You need to keep in mind that this sort of structure has inherent risks:
- Most obviously, it’s hard to generate suspense in the past setting. If it looks like the hero’s going to get killed, it’ll be pretty obvious that she makes it out alive, because she’s alive in the later storyline. On the other hand, you can create another kind of suspense based on our knowledge of what’s going to happen: “Uh-oh, this guy is acting nice, but I know he’s going to turn out to be bad! When’s the other shoe going to drop?”
- You have to motivate the jumps. One book was simply organized around “Present day 1, past day 1, present day 2, past day 2, etc.” Ideally, you should always have something happening in the present to cause the jump to the past, then have something in the past cause the jump back to the present. She looks at her scar, then flashes back to the day she got it. At the end of that sequence, someone looks at the wound and says “Do you think it’ll leave a scar?”, then we cut back to the present. It can’t always be that neat, but look for ways to subtly help us make the leap.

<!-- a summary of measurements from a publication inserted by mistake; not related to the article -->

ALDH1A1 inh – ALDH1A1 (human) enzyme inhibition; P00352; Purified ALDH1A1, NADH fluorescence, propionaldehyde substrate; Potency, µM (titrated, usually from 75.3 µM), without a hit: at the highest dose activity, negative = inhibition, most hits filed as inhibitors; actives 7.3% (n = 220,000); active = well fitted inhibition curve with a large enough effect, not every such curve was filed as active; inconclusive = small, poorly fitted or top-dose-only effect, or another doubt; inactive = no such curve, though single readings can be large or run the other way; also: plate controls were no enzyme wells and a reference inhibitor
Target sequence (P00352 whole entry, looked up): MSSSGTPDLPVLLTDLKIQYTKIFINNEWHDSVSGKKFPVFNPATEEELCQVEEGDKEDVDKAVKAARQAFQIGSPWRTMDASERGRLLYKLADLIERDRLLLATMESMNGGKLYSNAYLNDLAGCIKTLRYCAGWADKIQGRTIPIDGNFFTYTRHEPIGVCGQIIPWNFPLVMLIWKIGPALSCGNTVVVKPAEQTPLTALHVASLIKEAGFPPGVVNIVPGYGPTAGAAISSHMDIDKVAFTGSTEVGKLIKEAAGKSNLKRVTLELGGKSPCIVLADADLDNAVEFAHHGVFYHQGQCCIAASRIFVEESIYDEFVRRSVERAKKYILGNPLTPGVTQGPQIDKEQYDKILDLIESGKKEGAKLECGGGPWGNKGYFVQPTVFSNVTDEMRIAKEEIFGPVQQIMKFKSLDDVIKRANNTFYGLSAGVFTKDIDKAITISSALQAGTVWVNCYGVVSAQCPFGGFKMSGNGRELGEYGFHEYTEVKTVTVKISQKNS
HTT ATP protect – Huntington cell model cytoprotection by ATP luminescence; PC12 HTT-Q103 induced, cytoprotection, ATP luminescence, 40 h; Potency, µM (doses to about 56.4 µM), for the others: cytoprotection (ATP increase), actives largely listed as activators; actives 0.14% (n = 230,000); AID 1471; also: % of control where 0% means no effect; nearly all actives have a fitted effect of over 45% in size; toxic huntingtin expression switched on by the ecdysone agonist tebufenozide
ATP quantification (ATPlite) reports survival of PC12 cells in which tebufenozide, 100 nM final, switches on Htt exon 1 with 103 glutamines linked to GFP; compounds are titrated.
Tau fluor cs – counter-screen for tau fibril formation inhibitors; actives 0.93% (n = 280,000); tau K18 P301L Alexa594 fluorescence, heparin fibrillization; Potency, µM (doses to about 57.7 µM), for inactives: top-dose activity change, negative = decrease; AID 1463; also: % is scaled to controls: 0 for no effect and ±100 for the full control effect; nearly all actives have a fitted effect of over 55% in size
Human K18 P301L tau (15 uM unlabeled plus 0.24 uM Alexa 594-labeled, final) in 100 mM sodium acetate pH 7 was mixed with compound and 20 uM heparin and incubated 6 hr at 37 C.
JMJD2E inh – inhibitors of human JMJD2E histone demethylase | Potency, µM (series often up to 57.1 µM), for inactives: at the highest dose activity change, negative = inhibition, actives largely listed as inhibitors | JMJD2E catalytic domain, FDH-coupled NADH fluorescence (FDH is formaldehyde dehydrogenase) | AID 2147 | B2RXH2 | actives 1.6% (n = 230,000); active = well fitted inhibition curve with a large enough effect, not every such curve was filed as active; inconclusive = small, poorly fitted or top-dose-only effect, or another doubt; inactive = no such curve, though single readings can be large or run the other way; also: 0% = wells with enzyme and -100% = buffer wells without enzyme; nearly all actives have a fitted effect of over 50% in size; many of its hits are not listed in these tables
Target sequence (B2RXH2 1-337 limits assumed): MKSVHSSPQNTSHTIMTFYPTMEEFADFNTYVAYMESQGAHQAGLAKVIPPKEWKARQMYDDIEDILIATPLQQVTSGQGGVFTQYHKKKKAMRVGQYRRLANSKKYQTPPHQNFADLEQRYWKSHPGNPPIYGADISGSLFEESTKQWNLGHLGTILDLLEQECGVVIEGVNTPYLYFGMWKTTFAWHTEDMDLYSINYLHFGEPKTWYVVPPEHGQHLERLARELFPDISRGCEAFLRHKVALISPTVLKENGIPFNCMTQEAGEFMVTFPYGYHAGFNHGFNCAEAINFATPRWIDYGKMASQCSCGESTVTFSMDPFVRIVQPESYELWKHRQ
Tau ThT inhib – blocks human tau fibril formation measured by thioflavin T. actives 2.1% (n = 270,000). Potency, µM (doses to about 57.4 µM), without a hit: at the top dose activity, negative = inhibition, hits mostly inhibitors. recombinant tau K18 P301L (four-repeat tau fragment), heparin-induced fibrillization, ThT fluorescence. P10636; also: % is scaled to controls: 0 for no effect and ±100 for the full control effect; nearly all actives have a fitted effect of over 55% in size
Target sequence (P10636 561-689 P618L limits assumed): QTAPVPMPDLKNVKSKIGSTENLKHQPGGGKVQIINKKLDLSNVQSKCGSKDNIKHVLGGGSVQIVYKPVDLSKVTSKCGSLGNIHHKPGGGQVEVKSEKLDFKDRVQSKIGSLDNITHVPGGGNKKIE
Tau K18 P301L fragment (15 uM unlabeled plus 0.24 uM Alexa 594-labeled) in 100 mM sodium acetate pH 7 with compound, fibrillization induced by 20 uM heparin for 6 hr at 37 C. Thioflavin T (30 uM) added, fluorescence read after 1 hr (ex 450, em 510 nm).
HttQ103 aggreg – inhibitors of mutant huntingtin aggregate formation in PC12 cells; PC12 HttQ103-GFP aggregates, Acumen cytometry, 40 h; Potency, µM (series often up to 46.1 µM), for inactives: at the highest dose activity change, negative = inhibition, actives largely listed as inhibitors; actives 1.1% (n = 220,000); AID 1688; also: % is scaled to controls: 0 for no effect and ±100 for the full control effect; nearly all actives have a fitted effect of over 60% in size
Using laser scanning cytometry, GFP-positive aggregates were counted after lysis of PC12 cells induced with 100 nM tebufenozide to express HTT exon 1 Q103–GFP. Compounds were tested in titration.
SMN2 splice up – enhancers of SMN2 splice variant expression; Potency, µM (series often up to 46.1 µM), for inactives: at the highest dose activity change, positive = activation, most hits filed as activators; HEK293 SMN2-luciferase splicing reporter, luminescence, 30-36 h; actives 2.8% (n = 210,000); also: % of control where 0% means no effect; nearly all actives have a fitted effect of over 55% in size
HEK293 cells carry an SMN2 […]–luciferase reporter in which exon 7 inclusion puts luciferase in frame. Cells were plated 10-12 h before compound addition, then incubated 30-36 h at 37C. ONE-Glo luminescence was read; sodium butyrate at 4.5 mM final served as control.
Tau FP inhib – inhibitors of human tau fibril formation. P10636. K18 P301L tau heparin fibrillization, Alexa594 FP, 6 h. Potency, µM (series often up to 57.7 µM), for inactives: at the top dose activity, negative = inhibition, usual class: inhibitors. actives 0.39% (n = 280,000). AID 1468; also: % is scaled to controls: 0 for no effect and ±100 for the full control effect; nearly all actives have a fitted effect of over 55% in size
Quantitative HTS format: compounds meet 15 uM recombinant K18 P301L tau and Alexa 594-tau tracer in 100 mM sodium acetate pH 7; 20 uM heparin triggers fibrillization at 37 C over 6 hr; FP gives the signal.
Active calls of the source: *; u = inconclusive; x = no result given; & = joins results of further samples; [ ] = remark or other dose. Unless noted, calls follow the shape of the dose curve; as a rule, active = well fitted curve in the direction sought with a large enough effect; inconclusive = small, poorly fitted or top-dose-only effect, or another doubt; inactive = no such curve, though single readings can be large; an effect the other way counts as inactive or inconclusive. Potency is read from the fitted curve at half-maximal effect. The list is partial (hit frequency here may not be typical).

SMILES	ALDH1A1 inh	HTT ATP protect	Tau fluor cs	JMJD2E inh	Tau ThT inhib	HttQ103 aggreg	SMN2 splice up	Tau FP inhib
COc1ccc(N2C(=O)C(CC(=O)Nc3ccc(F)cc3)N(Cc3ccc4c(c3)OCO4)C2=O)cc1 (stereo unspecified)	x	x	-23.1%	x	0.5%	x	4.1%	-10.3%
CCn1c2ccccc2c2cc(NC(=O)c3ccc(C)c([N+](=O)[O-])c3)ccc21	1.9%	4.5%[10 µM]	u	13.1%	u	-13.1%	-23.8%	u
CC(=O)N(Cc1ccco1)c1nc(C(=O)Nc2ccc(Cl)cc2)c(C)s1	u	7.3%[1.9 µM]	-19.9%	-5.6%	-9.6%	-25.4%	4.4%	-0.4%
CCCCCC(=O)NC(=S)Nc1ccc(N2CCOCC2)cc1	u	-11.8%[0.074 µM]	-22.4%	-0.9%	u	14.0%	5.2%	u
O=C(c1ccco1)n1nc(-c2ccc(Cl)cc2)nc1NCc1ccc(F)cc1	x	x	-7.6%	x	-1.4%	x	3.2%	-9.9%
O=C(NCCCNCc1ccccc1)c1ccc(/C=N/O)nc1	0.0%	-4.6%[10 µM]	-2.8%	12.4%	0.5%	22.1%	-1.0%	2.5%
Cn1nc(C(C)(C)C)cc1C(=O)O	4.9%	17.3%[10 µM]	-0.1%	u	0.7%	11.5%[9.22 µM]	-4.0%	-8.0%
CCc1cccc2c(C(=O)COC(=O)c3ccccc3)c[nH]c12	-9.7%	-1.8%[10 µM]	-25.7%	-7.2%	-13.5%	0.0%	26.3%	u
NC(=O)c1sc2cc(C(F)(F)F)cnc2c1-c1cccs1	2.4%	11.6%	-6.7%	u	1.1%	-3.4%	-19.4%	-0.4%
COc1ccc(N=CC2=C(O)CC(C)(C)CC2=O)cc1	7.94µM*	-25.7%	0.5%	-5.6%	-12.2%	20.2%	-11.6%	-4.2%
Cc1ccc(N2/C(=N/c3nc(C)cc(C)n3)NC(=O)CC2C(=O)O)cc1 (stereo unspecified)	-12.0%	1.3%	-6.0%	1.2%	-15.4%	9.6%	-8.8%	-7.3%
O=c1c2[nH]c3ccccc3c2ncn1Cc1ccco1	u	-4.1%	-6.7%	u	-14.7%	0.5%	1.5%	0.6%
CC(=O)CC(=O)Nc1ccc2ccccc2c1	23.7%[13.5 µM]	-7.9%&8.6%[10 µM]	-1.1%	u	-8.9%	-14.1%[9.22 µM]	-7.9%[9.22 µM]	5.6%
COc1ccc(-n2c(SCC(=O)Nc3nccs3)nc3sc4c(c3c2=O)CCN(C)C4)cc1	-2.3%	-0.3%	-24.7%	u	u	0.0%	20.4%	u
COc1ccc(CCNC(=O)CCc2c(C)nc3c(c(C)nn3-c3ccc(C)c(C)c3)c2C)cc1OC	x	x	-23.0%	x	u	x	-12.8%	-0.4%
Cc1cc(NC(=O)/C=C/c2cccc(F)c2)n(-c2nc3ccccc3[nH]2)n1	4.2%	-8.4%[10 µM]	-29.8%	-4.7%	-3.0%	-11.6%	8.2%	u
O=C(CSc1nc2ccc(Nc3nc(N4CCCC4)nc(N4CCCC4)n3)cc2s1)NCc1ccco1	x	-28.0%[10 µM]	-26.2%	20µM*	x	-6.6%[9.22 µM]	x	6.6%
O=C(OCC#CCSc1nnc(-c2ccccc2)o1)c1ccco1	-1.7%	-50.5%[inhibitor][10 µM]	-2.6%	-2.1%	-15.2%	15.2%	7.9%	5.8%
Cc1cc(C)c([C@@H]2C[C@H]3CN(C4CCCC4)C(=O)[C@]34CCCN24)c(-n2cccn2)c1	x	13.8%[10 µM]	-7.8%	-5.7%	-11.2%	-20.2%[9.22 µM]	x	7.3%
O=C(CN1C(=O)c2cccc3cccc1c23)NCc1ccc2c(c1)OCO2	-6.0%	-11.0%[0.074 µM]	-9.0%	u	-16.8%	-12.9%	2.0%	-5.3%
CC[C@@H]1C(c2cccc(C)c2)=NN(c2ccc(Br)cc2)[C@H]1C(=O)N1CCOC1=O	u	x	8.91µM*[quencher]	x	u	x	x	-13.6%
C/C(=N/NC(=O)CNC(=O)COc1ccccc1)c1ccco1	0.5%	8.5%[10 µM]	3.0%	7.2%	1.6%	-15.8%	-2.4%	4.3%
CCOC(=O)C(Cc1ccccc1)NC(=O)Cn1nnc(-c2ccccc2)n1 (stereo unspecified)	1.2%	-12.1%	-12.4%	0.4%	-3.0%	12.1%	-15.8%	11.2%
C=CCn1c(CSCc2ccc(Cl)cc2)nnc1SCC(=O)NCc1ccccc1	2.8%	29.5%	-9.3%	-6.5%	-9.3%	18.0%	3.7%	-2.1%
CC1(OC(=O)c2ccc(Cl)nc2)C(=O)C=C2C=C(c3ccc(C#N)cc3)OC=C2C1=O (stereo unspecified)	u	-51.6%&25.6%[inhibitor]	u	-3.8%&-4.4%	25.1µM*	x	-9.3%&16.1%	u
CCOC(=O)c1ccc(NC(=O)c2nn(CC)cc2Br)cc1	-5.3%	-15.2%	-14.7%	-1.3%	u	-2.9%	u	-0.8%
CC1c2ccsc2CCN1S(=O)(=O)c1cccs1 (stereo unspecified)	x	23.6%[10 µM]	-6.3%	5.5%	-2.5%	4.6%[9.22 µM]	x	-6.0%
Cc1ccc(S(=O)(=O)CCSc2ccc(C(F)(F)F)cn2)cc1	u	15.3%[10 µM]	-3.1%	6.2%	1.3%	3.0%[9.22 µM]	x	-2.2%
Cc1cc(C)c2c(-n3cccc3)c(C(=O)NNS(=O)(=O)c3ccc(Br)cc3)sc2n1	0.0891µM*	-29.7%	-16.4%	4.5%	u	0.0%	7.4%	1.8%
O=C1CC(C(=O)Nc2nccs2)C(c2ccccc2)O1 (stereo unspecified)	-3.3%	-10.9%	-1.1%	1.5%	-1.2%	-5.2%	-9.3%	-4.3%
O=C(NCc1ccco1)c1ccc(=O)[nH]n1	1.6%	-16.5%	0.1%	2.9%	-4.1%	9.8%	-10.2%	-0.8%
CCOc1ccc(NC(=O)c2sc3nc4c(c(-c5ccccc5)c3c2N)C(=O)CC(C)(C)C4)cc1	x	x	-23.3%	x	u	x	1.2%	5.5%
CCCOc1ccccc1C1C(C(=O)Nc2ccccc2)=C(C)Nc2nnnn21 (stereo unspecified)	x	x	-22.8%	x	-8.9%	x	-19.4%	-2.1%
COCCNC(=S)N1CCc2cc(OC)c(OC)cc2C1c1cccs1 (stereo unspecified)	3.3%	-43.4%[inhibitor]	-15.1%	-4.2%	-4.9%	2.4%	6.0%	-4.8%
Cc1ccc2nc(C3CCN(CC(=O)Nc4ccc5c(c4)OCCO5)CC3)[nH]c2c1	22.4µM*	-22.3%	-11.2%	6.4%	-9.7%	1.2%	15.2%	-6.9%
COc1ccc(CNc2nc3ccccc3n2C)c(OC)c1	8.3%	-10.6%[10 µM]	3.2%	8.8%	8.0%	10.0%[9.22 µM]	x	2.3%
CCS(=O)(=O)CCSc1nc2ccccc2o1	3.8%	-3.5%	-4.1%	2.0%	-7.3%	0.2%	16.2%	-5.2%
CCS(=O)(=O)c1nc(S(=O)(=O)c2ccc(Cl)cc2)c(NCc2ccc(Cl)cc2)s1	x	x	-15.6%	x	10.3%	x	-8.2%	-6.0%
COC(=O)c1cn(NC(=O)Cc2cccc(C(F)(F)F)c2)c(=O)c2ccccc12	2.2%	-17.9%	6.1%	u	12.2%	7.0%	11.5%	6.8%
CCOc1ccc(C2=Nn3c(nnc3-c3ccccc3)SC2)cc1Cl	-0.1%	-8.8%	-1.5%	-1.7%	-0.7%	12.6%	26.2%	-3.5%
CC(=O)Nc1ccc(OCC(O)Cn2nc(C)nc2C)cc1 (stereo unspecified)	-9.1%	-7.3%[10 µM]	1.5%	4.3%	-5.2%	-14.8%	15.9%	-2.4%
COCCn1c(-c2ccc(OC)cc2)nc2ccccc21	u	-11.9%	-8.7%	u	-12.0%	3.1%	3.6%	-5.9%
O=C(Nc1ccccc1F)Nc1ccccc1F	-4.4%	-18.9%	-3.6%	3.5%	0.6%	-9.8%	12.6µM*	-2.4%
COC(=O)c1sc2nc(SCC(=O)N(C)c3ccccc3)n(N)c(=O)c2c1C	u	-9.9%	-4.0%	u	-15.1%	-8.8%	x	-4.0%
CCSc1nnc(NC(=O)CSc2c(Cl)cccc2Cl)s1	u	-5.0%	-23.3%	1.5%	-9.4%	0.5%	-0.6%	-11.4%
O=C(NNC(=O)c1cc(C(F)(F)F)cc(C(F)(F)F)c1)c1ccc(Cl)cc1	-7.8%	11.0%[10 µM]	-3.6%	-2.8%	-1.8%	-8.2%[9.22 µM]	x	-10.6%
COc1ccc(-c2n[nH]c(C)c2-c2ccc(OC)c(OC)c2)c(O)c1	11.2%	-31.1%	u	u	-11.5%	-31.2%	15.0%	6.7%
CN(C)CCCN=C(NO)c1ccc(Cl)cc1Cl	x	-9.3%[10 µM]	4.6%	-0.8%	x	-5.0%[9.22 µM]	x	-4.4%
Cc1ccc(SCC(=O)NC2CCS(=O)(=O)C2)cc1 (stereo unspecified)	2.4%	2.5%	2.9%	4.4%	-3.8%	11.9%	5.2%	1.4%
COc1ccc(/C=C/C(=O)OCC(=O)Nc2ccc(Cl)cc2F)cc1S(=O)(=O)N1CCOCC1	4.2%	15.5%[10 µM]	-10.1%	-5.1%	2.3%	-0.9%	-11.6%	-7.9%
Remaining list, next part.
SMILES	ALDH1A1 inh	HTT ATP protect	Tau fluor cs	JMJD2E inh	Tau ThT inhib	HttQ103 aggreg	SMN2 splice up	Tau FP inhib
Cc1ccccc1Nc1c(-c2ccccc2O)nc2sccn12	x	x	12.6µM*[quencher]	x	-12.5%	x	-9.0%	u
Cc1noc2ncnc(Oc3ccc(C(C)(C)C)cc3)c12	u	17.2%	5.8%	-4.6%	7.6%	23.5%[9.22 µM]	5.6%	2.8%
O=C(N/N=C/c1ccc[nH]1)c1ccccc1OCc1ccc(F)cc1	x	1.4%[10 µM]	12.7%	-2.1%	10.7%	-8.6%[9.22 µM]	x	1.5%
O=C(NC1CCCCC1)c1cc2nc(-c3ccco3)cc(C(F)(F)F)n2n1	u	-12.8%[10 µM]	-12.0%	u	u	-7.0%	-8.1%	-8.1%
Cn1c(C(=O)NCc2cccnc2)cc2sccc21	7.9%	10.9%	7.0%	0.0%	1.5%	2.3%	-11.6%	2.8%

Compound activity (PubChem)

We have to know when “now” is. You can’t have two nows. You need a now and a then. We have to identify with one timeline more than the other. We need to set our feet down in the present storyline and leave them there while we crane our neck over into the past storyline for a looky-loo (even if we spend most of our time there). One timeline should provide perspective on the other timeline. Both storylines should be from the same POV: the present POV. Thus one is present-tense and the other is past-tense. (Or it also works to have them both be past tense.)
Another reason to do this: It’s very easy for your reader to forget whether they’re in the present or past if you’re spending big chunks in each timeline. This way readers can just check the tense, but they probably won’t need to, because you’ll be subtly reminding with each sentence.